Stanford engineers are working on software that can predict and prevent drone collisions in urban airspace. With use of drone technology on the rise in real estate, journalism, emergency situations and soon package delivery, the need for a system to monitor these unmanned aircraft has increased. Researchers from the Stanford Intelligent Systems Laboratory (SISL), partnered with NASA Ames, are working on an unmanned aerial system traffic management system (UTM) to manage UAV traffic.
"UTM is meant to fulfill a lot of the functions of air traffic control, but it will be in the cloud and largely automated," says Mykel Kochenderfer, an assistant professor of aeronautics and astronautics and SISL Director. According to Stanford, NASA wants the UTM system to support a large number of drone operations without air traffic control operators monitoring each vehicle in the air, so the system will need to include automated conflict avoidance. The software would be able to alert multiple drones when a collision is possible, and then figure out how each can avoid it.
Since it would not be feasible to have an air-traffic control system similar to the one in place for commercial air traffic, NASA is leaning more toward a cloud-based, autonomous UTM system. The first phase of the system was released over the summer and focused on GPS-based corridors for drone flights that can help keep drones safe and still efficient. "That works for farming applications," says Hao Yi Ong, mechanical engineering graduate student. "But once you want to start moving transport drones around urban areas, you can't really do that, because you're not going to block out the airspace over entire residential areas just for when your aircraft is flying through."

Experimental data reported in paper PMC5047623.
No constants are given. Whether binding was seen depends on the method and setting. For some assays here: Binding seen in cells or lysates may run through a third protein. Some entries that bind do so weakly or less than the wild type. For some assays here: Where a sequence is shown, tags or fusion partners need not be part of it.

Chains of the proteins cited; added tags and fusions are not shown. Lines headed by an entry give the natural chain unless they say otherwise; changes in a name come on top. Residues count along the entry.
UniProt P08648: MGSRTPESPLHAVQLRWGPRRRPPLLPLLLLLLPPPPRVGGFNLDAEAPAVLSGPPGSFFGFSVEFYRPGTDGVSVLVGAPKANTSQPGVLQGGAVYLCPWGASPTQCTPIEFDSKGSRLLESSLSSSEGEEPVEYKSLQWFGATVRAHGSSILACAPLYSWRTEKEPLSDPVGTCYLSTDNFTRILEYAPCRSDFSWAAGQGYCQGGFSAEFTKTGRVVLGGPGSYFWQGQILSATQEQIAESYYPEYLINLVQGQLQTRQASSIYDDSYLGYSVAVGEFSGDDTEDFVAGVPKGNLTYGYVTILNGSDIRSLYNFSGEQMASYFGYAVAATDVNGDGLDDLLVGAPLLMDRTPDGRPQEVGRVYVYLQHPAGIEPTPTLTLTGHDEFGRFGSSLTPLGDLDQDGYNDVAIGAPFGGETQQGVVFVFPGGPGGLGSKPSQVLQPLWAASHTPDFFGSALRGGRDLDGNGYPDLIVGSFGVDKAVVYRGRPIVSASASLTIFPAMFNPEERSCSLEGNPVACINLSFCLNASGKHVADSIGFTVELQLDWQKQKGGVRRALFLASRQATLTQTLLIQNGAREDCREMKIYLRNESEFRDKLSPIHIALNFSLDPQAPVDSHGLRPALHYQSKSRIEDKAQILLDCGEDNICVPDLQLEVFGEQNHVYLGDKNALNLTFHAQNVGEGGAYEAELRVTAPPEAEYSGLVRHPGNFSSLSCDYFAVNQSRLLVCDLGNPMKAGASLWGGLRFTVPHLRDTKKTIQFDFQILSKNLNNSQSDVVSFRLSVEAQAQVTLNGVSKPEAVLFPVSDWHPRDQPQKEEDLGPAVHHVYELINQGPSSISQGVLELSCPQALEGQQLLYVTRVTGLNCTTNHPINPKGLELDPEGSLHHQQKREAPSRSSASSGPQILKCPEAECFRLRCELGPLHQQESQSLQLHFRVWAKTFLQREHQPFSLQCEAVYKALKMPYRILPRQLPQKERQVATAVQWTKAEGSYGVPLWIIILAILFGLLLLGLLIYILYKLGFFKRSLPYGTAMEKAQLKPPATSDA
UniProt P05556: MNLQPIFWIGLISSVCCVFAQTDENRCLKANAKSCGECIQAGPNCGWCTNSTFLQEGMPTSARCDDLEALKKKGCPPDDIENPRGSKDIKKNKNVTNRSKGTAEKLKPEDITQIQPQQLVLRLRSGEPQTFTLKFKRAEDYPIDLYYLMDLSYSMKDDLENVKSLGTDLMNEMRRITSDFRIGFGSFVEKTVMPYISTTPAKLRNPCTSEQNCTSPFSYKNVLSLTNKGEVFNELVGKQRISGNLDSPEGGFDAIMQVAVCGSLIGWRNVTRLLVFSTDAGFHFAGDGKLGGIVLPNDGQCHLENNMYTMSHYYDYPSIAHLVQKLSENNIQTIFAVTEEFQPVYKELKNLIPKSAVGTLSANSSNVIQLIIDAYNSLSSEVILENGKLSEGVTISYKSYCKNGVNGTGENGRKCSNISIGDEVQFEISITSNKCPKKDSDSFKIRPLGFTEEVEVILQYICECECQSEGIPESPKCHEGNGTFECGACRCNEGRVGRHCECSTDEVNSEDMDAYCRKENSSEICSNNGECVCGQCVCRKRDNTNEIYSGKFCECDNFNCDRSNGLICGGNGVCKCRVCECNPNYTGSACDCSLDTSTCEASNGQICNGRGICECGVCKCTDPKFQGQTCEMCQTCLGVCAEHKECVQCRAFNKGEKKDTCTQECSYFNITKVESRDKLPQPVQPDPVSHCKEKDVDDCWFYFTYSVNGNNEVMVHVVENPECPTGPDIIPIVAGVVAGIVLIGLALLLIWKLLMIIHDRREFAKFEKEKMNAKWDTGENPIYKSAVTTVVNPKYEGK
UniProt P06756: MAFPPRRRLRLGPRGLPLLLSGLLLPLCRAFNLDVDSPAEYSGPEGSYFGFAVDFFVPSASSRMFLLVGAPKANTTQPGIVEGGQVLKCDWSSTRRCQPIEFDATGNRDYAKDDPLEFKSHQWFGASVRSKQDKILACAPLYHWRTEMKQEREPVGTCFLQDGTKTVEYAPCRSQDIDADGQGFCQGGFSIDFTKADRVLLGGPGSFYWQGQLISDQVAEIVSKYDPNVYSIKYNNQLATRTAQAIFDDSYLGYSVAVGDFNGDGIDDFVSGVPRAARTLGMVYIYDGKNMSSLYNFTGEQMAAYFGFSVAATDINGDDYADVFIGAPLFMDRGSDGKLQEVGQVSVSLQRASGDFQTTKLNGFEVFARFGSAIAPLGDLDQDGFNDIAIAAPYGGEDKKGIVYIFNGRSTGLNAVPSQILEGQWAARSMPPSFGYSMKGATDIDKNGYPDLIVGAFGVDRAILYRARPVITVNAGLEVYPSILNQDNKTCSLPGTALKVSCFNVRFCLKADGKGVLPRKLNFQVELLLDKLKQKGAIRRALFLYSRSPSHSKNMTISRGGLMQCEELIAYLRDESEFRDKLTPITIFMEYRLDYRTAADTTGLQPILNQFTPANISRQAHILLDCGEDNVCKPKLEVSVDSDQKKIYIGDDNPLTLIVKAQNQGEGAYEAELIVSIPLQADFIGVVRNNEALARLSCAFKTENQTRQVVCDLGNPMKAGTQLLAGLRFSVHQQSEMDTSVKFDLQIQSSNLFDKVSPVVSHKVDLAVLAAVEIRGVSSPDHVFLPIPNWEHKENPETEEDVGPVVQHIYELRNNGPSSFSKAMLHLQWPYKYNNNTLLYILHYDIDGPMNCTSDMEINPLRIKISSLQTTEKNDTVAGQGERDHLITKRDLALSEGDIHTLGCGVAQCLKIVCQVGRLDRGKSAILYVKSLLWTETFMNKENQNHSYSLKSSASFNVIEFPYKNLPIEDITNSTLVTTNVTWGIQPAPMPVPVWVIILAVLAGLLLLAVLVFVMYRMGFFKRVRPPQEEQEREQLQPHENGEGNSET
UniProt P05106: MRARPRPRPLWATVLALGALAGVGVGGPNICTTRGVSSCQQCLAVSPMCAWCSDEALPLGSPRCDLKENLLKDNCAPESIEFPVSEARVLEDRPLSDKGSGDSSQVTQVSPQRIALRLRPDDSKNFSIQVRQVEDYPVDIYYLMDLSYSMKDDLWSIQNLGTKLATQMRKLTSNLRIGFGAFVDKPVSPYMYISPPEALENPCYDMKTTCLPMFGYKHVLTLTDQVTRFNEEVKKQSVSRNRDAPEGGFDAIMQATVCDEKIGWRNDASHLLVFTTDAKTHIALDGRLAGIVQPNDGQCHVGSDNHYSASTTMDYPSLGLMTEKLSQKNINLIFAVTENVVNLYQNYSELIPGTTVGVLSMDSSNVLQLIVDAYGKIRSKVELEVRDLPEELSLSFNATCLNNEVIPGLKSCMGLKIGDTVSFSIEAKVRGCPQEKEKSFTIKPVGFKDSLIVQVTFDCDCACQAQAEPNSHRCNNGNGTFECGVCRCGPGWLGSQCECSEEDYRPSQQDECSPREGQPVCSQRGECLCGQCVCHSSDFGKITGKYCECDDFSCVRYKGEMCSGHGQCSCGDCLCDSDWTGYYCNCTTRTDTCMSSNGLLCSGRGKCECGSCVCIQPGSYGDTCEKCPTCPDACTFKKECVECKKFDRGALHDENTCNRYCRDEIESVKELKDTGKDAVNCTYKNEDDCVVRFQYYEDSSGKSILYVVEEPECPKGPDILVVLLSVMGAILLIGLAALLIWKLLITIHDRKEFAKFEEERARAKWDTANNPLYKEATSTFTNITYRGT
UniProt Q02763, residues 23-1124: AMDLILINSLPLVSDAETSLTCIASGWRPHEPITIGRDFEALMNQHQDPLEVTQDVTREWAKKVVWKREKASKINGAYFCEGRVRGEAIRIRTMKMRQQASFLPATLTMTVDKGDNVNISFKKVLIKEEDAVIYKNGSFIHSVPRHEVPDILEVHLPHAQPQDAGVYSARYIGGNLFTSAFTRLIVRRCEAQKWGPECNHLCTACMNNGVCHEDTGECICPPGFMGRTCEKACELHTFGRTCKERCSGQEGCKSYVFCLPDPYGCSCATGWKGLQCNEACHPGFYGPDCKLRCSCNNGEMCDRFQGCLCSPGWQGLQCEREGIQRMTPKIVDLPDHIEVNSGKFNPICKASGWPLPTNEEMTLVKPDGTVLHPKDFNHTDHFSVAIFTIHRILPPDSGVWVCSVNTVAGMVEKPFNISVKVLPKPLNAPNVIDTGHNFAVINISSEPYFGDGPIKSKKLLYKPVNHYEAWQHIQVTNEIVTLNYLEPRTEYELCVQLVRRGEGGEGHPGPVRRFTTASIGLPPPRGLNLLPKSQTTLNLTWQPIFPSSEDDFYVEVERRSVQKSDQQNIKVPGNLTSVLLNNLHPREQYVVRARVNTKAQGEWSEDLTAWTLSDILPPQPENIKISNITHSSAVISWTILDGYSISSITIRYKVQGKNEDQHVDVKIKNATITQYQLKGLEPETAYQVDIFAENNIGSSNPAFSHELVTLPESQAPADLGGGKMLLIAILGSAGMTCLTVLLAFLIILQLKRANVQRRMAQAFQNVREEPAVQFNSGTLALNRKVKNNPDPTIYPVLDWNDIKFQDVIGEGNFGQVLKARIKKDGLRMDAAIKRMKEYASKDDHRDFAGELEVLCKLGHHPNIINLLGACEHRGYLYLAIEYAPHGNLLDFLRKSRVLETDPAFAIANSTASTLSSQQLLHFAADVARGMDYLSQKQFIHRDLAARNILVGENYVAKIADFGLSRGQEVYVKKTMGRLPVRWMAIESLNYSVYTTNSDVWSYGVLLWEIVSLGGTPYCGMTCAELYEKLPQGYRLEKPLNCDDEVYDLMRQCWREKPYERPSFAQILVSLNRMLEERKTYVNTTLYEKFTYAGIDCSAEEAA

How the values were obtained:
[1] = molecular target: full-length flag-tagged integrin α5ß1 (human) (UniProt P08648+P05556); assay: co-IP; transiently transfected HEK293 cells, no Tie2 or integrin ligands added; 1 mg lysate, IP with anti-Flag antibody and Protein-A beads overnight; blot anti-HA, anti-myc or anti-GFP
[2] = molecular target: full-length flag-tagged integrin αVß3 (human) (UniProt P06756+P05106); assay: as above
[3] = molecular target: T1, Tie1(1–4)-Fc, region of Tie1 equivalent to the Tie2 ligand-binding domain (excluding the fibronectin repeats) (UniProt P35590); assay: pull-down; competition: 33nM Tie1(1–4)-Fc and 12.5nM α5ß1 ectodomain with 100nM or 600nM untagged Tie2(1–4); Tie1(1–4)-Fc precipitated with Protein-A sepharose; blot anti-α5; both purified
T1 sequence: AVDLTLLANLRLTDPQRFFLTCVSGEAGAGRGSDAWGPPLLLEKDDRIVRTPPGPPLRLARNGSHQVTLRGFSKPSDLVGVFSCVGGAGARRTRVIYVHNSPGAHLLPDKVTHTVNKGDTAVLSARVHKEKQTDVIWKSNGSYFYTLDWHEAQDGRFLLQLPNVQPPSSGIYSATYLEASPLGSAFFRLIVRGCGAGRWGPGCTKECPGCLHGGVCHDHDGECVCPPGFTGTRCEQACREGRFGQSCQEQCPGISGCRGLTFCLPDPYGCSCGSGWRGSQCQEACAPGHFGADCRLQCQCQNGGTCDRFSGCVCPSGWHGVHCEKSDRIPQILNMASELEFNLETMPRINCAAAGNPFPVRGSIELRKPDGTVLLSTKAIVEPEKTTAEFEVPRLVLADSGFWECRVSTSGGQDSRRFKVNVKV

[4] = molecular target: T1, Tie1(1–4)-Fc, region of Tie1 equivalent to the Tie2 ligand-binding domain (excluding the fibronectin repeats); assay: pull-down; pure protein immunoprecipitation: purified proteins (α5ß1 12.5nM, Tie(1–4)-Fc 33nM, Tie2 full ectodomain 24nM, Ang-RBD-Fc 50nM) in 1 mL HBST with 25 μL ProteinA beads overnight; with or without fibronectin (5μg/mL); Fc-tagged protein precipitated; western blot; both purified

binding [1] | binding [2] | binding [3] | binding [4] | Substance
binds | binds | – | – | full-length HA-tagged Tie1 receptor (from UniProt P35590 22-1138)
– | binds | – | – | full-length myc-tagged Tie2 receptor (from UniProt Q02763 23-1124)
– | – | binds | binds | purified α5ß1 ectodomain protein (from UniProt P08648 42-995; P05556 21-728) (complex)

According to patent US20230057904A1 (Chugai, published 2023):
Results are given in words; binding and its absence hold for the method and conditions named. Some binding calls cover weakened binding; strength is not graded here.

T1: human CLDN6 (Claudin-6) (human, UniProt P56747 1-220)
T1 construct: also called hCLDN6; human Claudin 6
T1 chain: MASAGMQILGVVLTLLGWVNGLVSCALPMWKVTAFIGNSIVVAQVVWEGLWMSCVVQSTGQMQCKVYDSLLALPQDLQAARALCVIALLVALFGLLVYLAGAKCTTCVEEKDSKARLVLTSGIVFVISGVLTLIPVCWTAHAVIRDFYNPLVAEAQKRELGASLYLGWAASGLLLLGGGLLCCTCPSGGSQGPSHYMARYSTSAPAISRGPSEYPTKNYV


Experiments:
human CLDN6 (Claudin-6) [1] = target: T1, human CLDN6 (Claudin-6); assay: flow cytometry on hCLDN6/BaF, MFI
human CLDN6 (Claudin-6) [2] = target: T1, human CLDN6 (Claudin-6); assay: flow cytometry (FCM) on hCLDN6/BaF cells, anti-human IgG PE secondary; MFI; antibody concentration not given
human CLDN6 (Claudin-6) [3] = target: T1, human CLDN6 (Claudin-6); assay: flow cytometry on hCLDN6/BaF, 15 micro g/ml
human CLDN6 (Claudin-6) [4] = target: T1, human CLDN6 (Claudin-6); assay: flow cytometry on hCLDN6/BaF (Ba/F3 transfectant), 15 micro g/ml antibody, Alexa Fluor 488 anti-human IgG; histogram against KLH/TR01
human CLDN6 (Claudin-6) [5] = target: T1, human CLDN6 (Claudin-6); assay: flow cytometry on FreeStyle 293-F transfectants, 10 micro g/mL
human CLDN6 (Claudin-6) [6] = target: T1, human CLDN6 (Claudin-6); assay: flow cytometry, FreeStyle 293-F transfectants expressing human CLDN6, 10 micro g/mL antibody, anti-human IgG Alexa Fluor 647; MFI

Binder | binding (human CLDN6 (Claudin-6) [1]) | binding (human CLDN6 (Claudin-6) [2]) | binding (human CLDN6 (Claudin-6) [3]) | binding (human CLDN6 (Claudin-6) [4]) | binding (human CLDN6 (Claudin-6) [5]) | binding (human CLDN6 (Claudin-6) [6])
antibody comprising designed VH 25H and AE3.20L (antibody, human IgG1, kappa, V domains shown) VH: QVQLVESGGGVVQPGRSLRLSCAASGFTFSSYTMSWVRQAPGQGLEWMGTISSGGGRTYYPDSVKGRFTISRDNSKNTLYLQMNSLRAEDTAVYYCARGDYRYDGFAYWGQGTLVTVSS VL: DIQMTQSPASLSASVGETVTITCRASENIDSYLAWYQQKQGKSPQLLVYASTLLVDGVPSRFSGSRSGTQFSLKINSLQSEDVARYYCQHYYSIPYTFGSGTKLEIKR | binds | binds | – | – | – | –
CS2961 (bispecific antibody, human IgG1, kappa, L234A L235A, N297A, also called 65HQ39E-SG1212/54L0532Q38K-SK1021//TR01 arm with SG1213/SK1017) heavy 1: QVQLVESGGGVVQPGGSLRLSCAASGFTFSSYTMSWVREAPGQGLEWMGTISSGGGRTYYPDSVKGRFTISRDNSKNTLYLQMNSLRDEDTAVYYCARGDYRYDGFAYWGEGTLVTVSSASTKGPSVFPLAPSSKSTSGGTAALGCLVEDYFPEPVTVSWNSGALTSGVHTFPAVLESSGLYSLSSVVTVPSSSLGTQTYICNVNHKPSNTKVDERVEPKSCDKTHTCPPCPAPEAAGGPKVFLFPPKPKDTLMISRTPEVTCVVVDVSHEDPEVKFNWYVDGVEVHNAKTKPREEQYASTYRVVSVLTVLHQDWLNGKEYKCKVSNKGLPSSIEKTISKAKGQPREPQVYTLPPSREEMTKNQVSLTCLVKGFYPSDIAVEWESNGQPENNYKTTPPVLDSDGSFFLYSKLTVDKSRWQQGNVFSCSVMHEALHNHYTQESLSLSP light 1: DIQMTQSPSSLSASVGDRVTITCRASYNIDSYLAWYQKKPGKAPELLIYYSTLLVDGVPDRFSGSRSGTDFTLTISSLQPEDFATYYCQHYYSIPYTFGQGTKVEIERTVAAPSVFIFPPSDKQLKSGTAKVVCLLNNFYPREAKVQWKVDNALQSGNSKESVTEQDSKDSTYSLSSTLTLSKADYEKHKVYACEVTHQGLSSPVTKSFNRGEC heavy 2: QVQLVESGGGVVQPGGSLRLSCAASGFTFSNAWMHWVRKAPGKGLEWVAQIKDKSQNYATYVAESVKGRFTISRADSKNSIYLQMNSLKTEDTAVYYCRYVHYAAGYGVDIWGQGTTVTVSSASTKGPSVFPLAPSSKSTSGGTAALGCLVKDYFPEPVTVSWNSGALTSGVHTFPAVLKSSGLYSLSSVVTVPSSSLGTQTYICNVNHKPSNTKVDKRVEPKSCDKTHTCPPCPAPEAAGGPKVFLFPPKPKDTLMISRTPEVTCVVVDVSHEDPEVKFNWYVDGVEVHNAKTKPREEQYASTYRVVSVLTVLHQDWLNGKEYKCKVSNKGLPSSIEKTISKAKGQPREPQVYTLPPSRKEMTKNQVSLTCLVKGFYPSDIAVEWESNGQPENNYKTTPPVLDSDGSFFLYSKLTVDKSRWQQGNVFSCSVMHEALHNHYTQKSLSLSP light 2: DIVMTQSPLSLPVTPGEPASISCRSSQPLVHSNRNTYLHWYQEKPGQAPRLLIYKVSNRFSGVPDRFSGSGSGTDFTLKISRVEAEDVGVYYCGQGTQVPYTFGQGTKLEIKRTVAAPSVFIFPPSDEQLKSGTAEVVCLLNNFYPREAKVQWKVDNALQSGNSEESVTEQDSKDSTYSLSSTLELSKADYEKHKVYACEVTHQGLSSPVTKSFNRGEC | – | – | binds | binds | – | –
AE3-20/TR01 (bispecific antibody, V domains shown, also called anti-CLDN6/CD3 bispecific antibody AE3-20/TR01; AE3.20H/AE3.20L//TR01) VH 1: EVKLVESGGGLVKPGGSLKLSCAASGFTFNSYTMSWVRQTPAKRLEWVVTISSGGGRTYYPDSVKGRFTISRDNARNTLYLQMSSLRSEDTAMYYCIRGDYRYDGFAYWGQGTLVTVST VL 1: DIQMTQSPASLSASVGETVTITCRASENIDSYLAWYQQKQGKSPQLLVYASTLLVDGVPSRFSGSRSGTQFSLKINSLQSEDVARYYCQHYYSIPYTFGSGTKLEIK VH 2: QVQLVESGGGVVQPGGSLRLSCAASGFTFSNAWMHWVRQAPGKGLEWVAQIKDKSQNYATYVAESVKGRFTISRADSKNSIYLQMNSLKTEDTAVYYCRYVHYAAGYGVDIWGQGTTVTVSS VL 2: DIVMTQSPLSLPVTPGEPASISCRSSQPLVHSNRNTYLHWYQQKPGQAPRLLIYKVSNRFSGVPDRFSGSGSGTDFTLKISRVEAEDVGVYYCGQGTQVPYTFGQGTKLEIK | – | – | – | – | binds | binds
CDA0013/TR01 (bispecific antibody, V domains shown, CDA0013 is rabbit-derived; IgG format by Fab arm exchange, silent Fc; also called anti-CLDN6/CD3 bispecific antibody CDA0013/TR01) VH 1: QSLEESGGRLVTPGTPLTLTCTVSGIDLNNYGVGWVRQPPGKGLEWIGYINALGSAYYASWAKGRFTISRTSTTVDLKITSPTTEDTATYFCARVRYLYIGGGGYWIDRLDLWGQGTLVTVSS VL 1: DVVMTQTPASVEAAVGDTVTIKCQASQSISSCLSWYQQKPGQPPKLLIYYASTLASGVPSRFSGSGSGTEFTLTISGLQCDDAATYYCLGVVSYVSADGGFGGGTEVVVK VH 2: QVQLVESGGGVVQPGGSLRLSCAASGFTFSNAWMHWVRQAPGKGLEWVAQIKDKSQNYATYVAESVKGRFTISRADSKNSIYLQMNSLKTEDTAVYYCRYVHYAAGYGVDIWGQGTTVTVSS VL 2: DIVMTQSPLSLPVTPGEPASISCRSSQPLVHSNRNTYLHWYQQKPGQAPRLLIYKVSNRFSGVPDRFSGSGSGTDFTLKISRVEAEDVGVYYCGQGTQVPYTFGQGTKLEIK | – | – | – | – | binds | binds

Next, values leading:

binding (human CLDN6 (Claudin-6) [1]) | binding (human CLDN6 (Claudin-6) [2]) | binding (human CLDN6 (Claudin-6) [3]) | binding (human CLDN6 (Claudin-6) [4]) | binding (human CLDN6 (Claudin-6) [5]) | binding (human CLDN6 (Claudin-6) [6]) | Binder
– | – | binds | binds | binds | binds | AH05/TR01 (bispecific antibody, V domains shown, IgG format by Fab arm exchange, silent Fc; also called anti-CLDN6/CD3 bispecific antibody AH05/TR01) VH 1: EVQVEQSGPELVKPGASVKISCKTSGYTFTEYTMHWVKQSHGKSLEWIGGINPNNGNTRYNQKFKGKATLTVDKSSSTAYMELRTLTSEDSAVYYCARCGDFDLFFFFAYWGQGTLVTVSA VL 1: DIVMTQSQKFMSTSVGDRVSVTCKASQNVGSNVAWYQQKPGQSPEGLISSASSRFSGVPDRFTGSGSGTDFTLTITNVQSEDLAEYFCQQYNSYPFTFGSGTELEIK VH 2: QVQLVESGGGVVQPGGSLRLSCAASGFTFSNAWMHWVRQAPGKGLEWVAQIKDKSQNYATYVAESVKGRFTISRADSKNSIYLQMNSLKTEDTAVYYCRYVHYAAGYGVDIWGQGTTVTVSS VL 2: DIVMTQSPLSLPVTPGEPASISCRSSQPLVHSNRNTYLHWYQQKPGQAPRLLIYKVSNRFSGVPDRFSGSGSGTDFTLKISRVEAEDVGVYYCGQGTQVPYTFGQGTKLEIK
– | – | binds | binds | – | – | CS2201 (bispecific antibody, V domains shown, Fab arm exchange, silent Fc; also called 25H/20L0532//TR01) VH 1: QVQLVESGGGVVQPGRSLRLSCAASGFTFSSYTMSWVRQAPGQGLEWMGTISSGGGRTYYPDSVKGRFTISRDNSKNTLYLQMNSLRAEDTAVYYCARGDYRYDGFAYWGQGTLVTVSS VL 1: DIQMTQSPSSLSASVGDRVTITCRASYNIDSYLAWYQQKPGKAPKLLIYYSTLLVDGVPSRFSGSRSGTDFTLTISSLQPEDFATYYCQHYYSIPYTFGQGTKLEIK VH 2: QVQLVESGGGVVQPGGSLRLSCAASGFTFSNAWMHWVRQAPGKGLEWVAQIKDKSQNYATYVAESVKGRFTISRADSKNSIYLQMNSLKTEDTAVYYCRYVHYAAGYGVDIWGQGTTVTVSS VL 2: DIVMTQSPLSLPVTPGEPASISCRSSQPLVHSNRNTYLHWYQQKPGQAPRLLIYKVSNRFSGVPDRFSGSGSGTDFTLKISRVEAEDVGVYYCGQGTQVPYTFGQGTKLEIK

The Stanford team is now working on new algorithms to predict and avoid potential collisions. Ong is developing a system that separates multi-aircraft conflicts into paired problems and then picks the best action for each pair of drones from a table predicting each drone's flight path. The server coordinates the solutions and issues an avoidance order to the drones in danger.
To test the system, the researchers conducted over 1 million simulations of encounters between 2 to 10 aircraft. They compared their solution to other solutions, such as a less-coordinated strategy in which each drone only reacts to its closest threat, but the researchers said that the software’s solution proved to be safer and produced faster decision times.
The team will continue to work on the system, looking into handling disruptions such as weather, but hopes their software will be used for NASA’s final system, which Stanford says is estimated to be complete by 2019.